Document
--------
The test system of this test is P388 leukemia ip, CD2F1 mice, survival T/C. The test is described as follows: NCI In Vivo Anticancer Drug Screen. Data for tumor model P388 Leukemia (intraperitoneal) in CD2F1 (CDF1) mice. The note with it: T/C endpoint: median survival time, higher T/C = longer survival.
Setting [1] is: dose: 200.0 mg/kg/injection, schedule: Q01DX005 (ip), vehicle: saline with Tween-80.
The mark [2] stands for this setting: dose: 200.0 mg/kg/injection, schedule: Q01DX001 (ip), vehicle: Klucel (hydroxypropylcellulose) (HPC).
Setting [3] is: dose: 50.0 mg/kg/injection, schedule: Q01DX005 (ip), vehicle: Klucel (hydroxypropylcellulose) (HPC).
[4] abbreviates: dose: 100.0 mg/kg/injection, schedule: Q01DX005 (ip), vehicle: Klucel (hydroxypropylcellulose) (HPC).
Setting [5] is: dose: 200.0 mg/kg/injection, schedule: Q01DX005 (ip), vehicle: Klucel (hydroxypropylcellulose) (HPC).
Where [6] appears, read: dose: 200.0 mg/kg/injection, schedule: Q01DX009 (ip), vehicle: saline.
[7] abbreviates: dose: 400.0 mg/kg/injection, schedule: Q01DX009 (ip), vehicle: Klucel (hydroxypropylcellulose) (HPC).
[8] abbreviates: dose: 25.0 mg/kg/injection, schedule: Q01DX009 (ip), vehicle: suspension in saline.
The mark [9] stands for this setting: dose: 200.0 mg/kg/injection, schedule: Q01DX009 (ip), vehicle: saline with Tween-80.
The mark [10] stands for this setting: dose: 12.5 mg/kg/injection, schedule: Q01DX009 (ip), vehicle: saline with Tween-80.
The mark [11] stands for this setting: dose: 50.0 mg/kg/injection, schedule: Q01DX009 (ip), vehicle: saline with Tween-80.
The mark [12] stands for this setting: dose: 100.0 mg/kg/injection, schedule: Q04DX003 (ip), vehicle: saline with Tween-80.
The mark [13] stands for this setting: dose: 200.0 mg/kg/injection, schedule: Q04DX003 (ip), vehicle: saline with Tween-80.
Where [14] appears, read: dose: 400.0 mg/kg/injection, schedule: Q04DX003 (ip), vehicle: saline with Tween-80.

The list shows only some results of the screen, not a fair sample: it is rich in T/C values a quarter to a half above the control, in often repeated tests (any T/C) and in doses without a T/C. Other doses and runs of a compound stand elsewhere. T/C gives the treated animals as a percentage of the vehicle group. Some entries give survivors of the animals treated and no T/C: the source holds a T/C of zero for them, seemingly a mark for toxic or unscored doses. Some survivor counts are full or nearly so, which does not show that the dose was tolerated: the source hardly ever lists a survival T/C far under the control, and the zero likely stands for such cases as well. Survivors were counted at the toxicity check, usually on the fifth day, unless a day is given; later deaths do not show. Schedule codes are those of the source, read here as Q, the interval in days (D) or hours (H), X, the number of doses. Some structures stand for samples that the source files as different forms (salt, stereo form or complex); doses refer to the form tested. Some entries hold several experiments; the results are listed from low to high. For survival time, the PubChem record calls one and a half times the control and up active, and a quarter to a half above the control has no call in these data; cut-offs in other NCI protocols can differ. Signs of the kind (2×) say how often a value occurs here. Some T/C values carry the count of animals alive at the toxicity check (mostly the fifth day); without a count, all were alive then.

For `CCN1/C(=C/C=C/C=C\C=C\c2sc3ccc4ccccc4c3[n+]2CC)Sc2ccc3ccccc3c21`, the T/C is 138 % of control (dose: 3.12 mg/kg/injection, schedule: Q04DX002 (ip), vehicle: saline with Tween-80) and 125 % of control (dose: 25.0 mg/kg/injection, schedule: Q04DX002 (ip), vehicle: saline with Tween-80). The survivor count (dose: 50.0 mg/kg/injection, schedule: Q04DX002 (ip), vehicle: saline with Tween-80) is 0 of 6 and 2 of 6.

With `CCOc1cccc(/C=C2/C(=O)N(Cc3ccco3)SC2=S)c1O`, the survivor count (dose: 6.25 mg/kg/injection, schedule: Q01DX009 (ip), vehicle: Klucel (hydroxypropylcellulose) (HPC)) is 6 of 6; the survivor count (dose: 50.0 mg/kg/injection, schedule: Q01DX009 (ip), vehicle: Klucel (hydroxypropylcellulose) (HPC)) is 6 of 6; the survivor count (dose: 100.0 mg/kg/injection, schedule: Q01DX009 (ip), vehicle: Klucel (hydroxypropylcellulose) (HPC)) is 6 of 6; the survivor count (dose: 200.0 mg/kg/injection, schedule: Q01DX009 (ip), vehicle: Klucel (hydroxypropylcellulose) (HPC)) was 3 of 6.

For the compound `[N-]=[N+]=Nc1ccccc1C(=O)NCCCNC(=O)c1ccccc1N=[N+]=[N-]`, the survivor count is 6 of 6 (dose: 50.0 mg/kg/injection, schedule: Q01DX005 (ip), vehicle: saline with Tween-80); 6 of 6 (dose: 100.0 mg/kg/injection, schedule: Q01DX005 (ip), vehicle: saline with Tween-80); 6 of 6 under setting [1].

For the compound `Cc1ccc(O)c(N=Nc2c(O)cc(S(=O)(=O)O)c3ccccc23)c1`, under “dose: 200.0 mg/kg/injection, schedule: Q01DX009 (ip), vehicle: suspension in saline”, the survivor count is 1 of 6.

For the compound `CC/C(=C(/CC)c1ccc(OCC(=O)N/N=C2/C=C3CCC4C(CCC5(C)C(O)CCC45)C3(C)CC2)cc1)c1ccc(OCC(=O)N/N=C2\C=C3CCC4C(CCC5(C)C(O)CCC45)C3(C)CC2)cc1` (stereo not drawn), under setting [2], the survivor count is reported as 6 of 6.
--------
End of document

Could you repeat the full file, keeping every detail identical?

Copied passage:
The test system of this test is P388 leukemia ip, CD2F1 mice, survival T/C. The test is described as follows: NCI In Vivo Anticancer Drug Screen. Data for tumor model P388 Leukemia (intraperitoneal) in CD2F1 (CDF1) mice. The note with it: T/C endpoint: median survival time, higher T/C = longer survival.
Setting [1] is: dose: 200.0 mg/kg/injection, schedule: Q01DX005 (ip), vehicle: saline with Tween-80.
The mark [2] stands for this setting: dose: 200.0 mg/kg/injection, schedule: Q01DX001 (ip), vehicle: Klucel (hydroxypropylcellulose) (HPC).
Setting [3] is: dose: 50.0 mg/kg/injection, schedule: Q01DX005 (ip), vehicle: Klucel (hydroxypropylcellulose) (HPC).
[4] abbreviates: dose: 100.0 mg/kg/injection, schedule: Q01DX005 (ip), vehicle: Klucel (hydroxypropylcellulose) (HPC).
Setting [5] is: dose: 200.0 mg/kg/injection, schedule: Q01DX005 (ip), vehicle: Klucel (hydroxypropylcellulose) (HPC).
Where [6] appears, read: dose: 200.0 mg/kg/injection, schedule: Q01DX009 (ip), vehicle: saline.
[7] abbreviates: dose: 400.0 mg/kg/injection, schedule: Q01DX009 (ip), vehicle: Klucel (hydroxypropylcellulose) (HPC).
[8] abbreviates: dose: 25.0 mg/kg/injection, schedule: Q01DX009 (ip), vehicle: suspension in saline.
The mark [9] stands for this setting: dose: 200.0 mg/kg/injection, schedule: Q01DX009 (ip), vehicle: saline with Tween-80.
The mark [10] stands for this setting: dose: 12.5 mg/kg/injection, schedule: Q01DX009 (ip), vehicle: saline with Tween-80.
The mark [11] stands for this setting: dose: 50.0 mg/kg/injection, schedule: Q01DX009 (ip), vehicle: saline with Tween-80.
The mark [12] stands for this setting: dose: 100.0 mg/kg/injection, schedule: Q04DX003 (ip), vehicle: saline with Tween-80.
The mark [13] stands for this setting: dose: 200.0 mg/kg/injection, schedule: Q04DX003 (ip), vehicle: saline with Tween-80.
Where [14] appears, read: dose: 400.0 mg/kg/injection, schedule: Q04DX003 (ip), vehicle: saline with Tween-80.

The list shows only some results of the screen, not a fair sample: it is rich in T/C values a quarter to a half above the control, in often repeated tests (any T/C) and in doses without a T/C. Other doses and runs of a compound stand elsewhere. T/C gives the treated animals as a percentage of the vehicle group. Some entries give survivors of the animals treated and no T/C: the source holds a T/C of zero for them, seemingly a mark for toxic or unscored doses. Some survivor counts are full or nearly so, which does not show that the dose was tolerated: the source hardly ever lists a survival T/C far under the control, and the zero likely stands for such cases as well. Survivors were counted at the toxicity check, usually on the fifth day, unless a day is given; later deaths do not show. Schedule codes are those of the source, read here as Q, the interval in days (D) or hours (H), X, the number of doses. Some structures stand for samples that the source files as different forms (salt, stereo form or complex); doses refer to the form tested. Some entries hold several experiments; the results are listed from low to high. For survival time, the PubChem record calls one and a half times the control and up active, and a quarter to a half above the control has no call in these data; cut-offs in other NCI protocols can differ. Signs of the kind (2×) say how often a value occurs here. Some T/C values carry the count of animals alive at the toxicity check (mostly the fifth day); without a count, all were alive then.

For `CCN1/C(=C/C=C/C=C\C=C\c2sc3ccc4ccccc4c3[n+]2CC)Sc2ccc3ccccc3c21`, the T/C is 138 % of control (dose: 3.12 mg/kg/injection, schedule: Q04DX002 (ip), vehicle: saline with Tween-80) and 125 % of control (dose: 25.0 mg/kg/injection, schedule: Q04DX002 (ip), vehicle: saline with Tween-80). The survivor count (dose: 50.0 mg/kg/injection, schedule: Q04DX002 (ip), vehicle: saline with Tween-80) is 0 of 6 and 2 of 6.

With `CCOc1cccc(/C=C2/C(=O)N(Cc3ccco3)SC2=S)c1O`, the survivor count (dose: 6.25 mg/kg/injection, schedule: Q01DX009 (ip), vehicle: Klucel (hydroxypropylcellulose) (HPC)) is 6 of 6; the survivor count (dose: 50.0 mg/kg/injection, schedule: Q01DX009 (ip), vehicle: Klucel (hydroxypropylcellulose) (HPC)) is 6 of 6; the survivor count (dose: 100.0 mg/kg/injection, schedule: Q01DX009 (ip), vehicle: Klucel (hydroxypropylcellulose) (HPC)) is 6 of 6; the survivor count (dose: 200.0 mg/kg/injection, schedule: Q01DX009 (ip), vehicle: Klucel (hydroxypropylcellulose) (HPC)) was 3 of 6.

For the compound `[N-]=[N+]=Nc1ccccc1C(=O)NCCCNC(=O)c1ccccc1N=[N+]=[N-]`, the survivor count is 6 of 6 (dose: 50.0 mg/kg/injection, schedule: Q01DX005 (ip), vehicle: saline with Tween-80); 6 of 6 (dose: 100.0 mg/kg/injection, schedule: Q01DX005 (ip), vehicle: saline with Tween-80); 6 of 6 under setting [1].

For the compound `Cc1ccc(O)c(N=Nc2c(O)cc(S(=O)(=O)O)c3ccccc23)c1`, under “dose: 200.0 mg/kg/injection, schedule: Q01DX009 (ip), vehicle: suspension in saline”, the survivor count is 1 of 6.

For the compound `CC/C(=C(/CC)c1ccc(OCC(=O)N/N=C2/C=C3CCC4C(CCC5(C)C(O)CCC45)C3(C)CC2)cc1)c1ccc(OCC(=O)N/N=C2\C=C3CCC4C(CCC5(C)C(O)CCC45)C3(C)CC2)cc1` (stereo not drawn), under setting [2], the survivor count is reported as 6 of 6.